Research has consistently shown that the theory that violent video games cause players to become more violent is wrong but the horrific mosque shooting that took place in New Zealand in March put the issue in the spotlight once more. The Indonesian Ulema Council (MUI), the country’s most senior clerical body, said it was planning to issue a fatwa (religious edict) declaring certain violent video games haram (forbidden) but, for whatever reason, has not done so yet.
MUI may have had misgivings about the fatwa, but the Ulama Consultative Assembly (MPU) of Aceh, the senior clerical body within the ultra-conservative region, had no such doubts, issuing a fatwa today declaring PlayerUnknown’s Battlegrounds (PUBG) — a popular online military-style first-person shooter — as well as similar games, haram.
“After we studied the issue for two days, the result is that playing PUBG games and similar games have been judged to be haram,” said MPU deputy chair Teungku Faisal Ali as quoted by Detik today.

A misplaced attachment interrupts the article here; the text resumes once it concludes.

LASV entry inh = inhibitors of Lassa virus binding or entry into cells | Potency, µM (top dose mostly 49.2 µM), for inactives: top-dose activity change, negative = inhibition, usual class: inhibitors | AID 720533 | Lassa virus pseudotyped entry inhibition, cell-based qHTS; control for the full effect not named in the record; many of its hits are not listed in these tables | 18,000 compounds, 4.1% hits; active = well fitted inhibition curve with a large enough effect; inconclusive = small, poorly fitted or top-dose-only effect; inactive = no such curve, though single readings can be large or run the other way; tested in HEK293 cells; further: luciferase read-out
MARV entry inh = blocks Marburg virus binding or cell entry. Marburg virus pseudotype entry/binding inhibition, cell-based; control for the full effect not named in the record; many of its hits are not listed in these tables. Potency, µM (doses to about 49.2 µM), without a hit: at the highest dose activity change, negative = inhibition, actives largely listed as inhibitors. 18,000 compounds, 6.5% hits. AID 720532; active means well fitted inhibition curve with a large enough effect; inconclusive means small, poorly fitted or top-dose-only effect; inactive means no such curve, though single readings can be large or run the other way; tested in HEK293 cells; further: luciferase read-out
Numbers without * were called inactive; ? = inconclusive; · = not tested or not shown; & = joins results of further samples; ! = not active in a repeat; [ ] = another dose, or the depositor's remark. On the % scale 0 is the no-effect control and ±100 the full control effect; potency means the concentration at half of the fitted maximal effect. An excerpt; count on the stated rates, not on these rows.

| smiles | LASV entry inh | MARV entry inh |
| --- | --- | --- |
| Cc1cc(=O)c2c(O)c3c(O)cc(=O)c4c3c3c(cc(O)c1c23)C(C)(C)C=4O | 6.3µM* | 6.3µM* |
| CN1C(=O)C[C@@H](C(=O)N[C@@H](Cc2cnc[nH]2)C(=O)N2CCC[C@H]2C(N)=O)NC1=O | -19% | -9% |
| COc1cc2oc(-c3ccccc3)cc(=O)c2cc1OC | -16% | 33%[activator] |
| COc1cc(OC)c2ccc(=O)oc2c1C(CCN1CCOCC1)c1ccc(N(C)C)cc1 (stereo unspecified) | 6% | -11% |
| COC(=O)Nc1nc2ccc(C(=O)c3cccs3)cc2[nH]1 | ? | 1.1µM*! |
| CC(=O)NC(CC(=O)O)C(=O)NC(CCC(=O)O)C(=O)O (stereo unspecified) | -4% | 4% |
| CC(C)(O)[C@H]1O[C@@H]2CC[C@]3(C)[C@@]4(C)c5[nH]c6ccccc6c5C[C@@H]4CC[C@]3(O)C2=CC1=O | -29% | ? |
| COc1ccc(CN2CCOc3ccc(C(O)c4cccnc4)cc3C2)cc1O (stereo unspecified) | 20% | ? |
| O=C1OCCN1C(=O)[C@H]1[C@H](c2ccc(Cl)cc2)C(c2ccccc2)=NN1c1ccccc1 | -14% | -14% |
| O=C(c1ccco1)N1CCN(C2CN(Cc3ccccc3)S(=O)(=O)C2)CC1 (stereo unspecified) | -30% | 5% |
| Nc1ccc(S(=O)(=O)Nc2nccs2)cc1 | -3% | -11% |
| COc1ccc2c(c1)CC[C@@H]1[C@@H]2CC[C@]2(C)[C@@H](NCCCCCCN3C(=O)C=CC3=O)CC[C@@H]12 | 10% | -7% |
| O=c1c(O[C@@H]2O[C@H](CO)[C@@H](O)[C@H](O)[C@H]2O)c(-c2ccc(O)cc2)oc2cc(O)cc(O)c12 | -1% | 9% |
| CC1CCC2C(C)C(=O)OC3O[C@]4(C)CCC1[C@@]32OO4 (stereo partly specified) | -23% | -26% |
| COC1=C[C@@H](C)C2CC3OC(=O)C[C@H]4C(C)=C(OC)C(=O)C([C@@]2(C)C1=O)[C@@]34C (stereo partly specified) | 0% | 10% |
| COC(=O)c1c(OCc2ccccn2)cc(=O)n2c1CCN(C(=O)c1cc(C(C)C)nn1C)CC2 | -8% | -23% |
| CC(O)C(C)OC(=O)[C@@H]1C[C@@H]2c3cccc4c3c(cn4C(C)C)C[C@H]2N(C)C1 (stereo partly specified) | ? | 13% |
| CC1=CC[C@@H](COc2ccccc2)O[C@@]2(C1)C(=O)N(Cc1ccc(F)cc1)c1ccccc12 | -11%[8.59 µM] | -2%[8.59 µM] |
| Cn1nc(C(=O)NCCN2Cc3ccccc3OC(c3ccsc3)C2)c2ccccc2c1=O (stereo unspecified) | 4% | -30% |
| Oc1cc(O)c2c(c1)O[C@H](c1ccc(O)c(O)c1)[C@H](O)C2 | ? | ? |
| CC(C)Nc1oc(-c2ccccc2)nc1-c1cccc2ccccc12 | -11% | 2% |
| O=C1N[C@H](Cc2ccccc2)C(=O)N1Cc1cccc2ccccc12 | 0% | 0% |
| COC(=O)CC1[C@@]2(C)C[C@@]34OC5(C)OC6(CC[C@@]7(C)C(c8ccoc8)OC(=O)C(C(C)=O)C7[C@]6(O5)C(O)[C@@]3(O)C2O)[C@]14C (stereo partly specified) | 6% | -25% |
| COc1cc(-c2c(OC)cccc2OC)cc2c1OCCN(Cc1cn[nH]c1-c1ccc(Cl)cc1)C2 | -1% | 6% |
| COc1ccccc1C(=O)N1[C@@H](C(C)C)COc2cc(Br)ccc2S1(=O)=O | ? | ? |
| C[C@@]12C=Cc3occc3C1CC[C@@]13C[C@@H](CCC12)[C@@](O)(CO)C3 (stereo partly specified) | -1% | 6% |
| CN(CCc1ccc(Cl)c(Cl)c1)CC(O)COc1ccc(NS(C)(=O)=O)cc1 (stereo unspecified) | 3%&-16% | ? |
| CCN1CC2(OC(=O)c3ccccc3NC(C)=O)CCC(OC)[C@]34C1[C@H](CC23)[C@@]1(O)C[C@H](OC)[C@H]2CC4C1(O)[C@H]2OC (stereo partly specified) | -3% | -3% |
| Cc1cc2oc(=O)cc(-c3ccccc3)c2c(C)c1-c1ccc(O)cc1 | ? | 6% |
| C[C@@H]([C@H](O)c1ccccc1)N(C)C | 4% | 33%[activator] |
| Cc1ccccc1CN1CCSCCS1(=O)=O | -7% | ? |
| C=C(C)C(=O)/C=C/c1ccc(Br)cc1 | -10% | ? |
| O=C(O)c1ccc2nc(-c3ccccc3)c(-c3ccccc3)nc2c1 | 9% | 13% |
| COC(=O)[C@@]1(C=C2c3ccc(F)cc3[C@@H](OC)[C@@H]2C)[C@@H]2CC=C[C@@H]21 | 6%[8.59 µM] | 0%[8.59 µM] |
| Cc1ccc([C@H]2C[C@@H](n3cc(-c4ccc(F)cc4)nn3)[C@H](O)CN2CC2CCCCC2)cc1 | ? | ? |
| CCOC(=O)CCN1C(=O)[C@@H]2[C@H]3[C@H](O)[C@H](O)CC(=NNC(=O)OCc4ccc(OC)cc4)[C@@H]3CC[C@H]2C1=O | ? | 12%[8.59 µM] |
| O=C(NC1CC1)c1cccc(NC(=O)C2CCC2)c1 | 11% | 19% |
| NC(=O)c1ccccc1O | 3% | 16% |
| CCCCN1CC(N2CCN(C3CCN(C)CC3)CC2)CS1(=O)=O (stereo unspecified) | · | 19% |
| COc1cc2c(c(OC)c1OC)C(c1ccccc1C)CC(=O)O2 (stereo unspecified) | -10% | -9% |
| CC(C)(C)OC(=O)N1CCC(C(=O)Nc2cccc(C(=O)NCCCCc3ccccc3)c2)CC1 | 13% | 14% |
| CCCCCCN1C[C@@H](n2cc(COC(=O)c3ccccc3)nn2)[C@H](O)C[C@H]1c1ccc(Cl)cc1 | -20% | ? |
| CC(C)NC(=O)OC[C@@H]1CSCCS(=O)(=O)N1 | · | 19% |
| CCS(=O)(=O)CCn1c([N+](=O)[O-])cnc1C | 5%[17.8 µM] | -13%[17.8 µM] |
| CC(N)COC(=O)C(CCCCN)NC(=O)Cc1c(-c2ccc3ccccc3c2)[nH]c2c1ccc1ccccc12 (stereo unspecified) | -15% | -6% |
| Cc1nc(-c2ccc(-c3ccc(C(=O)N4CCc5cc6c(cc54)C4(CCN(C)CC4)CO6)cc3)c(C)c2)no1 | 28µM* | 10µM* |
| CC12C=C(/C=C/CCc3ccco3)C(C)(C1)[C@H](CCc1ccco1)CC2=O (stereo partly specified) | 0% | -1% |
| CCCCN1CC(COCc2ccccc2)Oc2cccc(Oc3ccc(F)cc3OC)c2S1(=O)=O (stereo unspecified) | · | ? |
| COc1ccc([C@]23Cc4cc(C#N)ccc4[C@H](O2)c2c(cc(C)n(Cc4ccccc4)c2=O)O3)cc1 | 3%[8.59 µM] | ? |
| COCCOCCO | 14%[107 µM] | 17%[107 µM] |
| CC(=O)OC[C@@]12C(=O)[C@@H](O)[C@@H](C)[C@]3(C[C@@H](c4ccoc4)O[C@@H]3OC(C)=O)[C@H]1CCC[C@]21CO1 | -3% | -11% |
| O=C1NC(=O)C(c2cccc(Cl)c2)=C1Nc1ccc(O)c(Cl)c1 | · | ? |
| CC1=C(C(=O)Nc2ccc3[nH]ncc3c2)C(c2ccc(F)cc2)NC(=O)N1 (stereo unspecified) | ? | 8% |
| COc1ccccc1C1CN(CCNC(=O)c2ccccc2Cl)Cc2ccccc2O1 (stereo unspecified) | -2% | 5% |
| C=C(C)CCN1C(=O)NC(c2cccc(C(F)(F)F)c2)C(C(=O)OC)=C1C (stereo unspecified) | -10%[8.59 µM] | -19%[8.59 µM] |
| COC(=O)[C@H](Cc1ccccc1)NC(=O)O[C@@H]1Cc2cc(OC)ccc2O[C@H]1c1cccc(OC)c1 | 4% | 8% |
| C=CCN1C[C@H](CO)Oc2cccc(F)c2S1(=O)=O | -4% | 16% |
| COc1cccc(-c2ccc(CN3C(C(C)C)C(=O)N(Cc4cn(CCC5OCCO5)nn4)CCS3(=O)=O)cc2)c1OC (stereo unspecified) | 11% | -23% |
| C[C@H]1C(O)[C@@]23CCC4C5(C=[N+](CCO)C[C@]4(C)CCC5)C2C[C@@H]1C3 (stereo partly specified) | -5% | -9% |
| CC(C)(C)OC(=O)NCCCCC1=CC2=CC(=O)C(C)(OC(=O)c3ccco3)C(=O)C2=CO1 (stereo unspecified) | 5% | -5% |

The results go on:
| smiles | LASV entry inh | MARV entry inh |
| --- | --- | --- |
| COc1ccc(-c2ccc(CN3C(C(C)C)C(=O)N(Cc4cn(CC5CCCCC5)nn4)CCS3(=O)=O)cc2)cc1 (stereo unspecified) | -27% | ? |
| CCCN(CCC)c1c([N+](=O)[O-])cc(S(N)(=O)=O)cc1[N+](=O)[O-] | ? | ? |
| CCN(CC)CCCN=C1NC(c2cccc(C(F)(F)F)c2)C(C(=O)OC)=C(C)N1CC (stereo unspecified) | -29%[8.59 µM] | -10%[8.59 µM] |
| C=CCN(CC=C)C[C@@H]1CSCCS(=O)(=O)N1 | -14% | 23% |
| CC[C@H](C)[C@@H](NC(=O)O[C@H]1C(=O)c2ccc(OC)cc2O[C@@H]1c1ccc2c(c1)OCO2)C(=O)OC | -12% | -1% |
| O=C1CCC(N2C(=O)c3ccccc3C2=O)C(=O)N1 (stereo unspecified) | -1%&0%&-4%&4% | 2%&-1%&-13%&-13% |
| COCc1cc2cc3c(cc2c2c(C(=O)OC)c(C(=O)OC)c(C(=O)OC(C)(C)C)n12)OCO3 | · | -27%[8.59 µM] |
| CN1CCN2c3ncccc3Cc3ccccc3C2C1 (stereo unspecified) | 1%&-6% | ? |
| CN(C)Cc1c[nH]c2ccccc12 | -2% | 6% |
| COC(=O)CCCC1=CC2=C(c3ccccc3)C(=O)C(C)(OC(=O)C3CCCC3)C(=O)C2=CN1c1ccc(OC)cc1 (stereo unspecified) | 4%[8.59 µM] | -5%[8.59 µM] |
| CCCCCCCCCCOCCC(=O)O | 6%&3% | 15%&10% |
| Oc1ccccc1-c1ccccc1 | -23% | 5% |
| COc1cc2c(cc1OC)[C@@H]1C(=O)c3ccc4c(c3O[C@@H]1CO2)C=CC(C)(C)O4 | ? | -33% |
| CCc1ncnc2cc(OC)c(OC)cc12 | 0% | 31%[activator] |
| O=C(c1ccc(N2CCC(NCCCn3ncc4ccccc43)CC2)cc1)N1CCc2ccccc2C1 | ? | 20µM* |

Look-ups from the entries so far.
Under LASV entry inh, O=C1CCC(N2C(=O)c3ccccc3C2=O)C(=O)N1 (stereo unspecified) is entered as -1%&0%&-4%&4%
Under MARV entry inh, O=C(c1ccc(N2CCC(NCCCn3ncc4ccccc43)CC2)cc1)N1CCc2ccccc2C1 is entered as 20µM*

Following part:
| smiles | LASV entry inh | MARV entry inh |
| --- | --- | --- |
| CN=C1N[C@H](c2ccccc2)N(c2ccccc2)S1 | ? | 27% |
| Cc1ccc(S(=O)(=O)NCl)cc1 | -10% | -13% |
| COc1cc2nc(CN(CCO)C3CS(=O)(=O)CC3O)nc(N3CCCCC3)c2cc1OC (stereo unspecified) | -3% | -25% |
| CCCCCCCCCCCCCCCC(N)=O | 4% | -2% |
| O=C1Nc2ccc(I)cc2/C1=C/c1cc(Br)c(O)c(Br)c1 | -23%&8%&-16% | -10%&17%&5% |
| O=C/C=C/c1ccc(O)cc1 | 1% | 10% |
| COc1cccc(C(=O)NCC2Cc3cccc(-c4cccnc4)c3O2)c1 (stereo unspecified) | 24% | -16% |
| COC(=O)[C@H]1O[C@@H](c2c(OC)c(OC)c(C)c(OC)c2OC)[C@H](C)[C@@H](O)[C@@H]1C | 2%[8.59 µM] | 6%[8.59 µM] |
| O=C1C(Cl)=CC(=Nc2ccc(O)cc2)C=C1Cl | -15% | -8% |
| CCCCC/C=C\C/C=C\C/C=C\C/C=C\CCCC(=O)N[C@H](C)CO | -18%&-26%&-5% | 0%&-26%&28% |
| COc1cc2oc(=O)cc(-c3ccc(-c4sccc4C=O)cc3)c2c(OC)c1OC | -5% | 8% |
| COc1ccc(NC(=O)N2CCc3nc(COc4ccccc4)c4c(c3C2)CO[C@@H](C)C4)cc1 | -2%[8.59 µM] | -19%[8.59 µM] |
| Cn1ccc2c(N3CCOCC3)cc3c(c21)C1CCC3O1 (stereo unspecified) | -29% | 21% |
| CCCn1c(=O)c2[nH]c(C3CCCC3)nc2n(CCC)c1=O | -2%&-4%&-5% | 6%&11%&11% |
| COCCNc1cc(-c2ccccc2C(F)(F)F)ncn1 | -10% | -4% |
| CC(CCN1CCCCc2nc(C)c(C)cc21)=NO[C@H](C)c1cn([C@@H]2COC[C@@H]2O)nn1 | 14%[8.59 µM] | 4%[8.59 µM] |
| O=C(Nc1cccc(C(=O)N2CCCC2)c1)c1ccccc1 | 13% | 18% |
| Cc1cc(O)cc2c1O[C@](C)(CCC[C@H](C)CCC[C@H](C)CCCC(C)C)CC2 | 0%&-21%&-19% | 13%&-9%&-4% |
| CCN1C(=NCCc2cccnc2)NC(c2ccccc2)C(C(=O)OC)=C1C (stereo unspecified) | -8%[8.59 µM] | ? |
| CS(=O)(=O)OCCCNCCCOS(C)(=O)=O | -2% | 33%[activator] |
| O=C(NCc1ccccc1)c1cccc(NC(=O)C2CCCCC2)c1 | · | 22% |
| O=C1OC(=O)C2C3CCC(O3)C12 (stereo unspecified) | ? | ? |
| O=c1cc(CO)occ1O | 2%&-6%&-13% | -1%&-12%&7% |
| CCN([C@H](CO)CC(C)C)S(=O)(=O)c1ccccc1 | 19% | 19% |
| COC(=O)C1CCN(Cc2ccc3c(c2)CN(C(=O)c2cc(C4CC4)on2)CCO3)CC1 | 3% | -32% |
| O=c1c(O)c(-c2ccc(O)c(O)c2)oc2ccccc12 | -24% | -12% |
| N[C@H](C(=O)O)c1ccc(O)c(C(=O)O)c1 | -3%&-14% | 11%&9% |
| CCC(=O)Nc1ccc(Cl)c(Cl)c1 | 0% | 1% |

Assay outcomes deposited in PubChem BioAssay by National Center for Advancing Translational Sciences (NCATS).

The fatwa came at the end of a two-day discussion with the title: “The Law and the Impact of PUBG and Similar Games according to Islamic jurisprudence, Information Technology and Psychology”.
Faisal said the MPU clerics decided to forbid followers from playing PUBG and the like for a number of reasons, one being that it could inspire violence among children and other players.
Fatwas are not legally binding in Indonesia, but they can be used as the basis for the passing of a new law.
In late March, the West Java chapter of MUI told the media that it was contemplating issuing a fatwa to discourage Muslims in the province from playing PUBG, which it said could have a negative influence on players. However, until now, they have not released any such fatwa.
The talk of a potential fatwa came in the wake of the horrific shootings at two mosques in Christchurch, New Zealand, which killed 50 people. Many noted that the viral live-streamed video of the shooting at one of the two mosques was reminiscent of a first-person shooter video game. The shooter in the video also made a reference to PewDiePie, a renowned gaming Youtuber, before he stormed the mosque with a semi-automatic rifle.